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Professor Suning Wang * Queen's University

Event Date: 
Monday, December 4, 2017 - 3:30pm to 4:30pm

Controlling Molecular Transformation for New Photoresponsive Materials & Chemistry

A central research theme of our team is to discover new molecular transformations via the excited state and utilize/control such transformations for the creation of new functional / photoresponsive molecular materials for applications in optoelectronic/energy conversion devices.

We have found recently that a subtle change/modification of the molecules, especially organoboron compounds, can lead to distinct change of molecular transformation pathways, hence the targeted applications. This leads to many interesting possibilities/opportunities for applications of organoboron based materials.

In this presentation, I will first introduce the various applications of boron-based materials, followed by the molecular design strategies we developed for achieving efficient photo-responsive BN-heterocycles. I will also briefly introduce deep blue phosphors based on platinum compounds. The applications of these two classes of compounds in optoelectronic devices including photochromic devices and light-emitting devices will be presented.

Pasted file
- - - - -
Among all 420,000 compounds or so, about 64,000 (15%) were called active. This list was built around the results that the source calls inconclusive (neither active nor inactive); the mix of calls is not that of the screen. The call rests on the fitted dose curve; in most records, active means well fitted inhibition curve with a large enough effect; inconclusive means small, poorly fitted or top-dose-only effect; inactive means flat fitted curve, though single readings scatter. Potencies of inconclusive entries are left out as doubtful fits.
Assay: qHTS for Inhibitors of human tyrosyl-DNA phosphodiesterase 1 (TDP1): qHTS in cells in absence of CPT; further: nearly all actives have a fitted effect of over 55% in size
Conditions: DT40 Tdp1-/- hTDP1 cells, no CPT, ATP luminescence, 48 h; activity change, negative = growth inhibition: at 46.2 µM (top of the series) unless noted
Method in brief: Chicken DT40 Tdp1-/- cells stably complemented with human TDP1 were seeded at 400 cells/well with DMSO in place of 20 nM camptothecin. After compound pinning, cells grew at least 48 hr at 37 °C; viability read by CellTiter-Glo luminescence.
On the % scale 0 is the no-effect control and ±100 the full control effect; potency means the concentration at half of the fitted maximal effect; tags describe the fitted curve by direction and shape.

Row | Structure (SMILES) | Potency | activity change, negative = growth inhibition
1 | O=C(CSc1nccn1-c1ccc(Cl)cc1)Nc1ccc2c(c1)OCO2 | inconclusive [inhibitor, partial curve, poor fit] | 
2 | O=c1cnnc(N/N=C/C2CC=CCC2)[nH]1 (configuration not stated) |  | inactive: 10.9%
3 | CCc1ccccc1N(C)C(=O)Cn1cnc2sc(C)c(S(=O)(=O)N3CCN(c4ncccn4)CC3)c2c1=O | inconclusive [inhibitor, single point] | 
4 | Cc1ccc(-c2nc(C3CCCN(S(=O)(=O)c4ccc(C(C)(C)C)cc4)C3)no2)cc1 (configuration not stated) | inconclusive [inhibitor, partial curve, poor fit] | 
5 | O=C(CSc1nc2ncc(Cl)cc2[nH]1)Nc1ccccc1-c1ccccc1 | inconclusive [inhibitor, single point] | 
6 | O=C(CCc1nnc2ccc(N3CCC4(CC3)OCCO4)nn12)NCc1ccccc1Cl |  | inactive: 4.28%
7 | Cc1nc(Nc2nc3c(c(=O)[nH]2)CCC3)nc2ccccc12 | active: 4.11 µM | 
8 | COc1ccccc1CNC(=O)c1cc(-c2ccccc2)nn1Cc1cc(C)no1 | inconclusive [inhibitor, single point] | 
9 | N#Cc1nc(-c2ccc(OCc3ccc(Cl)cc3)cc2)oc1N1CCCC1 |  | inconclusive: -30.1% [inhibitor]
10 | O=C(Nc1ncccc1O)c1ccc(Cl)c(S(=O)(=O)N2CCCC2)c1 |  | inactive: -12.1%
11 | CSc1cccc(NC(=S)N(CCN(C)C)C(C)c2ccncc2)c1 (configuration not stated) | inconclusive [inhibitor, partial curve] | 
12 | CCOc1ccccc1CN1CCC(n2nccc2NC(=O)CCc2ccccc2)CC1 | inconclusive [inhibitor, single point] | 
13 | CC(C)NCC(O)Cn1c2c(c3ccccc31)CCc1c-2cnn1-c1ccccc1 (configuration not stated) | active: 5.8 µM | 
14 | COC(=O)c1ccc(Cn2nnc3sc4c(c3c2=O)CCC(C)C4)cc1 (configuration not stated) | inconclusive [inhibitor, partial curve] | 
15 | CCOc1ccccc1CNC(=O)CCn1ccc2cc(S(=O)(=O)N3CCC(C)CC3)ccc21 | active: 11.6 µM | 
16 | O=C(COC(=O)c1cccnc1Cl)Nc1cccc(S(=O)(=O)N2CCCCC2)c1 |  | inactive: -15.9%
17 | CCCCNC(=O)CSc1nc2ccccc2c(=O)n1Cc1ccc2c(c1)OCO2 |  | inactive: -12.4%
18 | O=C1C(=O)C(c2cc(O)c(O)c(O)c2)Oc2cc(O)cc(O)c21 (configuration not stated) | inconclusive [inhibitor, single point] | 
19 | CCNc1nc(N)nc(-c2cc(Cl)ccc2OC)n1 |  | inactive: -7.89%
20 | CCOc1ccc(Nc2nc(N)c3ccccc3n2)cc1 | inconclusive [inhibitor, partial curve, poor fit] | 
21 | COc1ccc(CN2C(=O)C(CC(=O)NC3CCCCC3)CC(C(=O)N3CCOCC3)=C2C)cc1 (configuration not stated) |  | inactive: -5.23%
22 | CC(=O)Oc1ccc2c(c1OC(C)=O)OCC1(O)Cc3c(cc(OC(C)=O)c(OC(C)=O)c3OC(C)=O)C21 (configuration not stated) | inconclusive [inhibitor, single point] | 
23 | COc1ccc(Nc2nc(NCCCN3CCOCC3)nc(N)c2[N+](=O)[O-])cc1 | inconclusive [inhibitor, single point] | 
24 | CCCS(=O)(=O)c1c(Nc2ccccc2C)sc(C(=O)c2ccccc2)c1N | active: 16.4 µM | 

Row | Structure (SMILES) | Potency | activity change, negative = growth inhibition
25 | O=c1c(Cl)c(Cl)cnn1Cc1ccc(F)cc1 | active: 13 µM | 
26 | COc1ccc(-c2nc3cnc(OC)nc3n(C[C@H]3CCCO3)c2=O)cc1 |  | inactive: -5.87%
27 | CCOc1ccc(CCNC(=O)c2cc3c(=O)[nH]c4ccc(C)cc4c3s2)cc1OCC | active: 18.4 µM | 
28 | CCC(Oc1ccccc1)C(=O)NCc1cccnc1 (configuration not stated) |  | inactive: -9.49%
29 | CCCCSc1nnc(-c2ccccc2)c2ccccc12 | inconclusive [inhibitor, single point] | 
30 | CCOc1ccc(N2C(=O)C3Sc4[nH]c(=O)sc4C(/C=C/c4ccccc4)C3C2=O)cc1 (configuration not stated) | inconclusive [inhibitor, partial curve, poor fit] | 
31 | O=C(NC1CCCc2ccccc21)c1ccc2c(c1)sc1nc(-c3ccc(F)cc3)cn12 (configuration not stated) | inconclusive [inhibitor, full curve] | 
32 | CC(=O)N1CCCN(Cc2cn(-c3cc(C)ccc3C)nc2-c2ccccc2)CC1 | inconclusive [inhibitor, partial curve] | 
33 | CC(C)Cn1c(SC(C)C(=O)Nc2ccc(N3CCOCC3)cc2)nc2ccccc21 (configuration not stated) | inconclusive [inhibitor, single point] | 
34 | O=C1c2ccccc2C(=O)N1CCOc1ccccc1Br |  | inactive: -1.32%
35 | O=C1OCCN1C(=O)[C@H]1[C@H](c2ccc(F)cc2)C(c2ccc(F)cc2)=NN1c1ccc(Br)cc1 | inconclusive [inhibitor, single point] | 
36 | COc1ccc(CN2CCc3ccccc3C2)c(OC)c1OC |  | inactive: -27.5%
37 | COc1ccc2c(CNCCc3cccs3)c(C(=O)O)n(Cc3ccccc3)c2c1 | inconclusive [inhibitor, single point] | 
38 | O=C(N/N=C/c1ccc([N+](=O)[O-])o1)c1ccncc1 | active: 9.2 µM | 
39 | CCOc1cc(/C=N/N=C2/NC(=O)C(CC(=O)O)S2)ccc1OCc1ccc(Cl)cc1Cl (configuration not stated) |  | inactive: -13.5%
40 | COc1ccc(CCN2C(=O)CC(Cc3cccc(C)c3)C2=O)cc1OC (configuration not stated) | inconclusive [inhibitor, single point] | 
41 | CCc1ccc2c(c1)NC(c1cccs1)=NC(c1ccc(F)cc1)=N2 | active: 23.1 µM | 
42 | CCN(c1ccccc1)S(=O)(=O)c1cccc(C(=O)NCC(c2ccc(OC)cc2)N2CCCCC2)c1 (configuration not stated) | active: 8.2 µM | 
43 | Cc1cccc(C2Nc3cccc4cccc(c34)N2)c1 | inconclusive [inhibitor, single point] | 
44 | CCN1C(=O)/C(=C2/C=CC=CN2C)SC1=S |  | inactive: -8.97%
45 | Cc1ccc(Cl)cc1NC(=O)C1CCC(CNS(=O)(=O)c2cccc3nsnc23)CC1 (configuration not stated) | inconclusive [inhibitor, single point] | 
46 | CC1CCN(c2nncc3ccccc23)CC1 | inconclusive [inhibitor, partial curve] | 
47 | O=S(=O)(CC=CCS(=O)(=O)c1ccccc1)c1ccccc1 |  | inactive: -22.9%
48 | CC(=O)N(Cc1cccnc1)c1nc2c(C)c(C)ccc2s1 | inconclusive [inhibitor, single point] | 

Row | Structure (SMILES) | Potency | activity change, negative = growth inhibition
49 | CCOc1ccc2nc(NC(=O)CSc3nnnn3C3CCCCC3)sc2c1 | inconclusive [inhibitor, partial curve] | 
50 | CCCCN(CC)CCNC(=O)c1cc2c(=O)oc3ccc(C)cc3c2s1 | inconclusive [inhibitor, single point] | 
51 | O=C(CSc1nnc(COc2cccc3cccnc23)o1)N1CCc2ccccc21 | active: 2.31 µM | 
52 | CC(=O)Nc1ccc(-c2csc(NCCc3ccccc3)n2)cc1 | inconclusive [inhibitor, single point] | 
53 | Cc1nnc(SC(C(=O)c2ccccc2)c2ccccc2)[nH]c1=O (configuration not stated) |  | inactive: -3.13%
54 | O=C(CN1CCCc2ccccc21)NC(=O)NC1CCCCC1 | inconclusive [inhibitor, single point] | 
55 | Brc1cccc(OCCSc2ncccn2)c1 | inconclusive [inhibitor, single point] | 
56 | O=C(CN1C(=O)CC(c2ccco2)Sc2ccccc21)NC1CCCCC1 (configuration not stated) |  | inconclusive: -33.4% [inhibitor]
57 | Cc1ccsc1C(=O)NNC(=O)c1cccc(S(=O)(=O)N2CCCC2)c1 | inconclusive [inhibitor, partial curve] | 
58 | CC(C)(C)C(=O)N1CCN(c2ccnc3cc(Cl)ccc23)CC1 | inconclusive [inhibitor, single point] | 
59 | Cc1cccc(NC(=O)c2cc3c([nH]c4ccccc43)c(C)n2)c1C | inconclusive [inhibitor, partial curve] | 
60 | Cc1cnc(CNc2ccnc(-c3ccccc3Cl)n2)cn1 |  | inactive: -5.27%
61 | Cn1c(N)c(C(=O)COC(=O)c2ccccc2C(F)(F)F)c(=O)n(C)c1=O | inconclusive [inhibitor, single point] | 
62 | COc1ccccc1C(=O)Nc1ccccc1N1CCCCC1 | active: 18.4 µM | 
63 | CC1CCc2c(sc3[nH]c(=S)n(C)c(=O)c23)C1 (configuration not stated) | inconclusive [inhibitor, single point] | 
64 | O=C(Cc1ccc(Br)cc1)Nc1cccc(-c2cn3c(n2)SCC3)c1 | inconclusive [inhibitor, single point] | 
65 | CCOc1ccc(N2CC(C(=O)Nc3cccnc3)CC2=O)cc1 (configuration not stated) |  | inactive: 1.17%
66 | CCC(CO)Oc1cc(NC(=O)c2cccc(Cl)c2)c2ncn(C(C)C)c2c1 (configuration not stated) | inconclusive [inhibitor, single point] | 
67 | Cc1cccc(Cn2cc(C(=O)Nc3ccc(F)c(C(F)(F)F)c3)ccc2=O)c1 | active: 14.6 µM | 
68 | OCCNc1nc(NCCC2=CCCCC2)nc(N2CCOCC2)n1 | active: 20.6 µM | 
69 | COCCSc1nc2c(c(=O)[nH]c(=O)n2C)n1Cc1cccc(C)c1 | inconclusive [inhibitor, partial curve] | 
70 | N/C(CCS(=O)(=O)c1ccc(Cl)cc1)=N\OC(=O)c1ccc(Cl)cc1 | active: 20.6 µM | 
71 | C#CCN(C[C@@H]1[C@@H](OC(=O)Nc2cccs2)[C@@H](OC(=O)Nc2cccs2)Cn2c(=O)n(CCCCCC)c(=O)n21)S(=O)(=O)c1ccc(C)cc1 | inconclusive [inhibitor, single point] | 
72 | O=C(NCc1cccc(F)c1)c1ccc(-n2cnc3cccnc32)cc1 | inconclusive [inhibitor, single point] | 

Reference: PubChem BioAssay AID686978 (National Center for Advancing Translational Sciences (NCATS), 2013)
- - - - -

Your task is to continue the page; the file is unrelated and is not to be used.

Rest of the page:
Wang obtained her B.Sc. in chemistry from Jilin University, China and her Ph.D. degree at the department of chemistry, Yale University in 1986. After postdoctoral work at Texas A&M University, she joined the Department of Chemistry and Biochemistry at the University of Windsor as a faculty member. In 1996, Queen’s University attracted her here through the Queen’s University National Scholarship program. She is currently a Queen’s University Research chair and a full professor at the Department of Chemistry of Queen’s University. She is a fellow of the Royal Society of Canada, a fellow of the Royal Society of Chemistry, and a fellow of the Chemical Institute of Canada.

Wang has authored or co-authored more than 275 publications with an h-index of 57 (Web of Science) or 58 (Google Scholar). She is the winner of some highly prestigious awards such as the Killam Research Fellowship from the Canada Council for the Arts (2013, 2014), the Rutherford Memorial Medal in Chemistry from the Royal Society of Canada (2000), the Alcan Award for distinguished contributions in Inorganic Chemistry from the Canadian Society for Chemistry (2007). The award she is most proud of is the Excellence in Graduate Student Supervision Prize, awarded by Queen’s University (2017).

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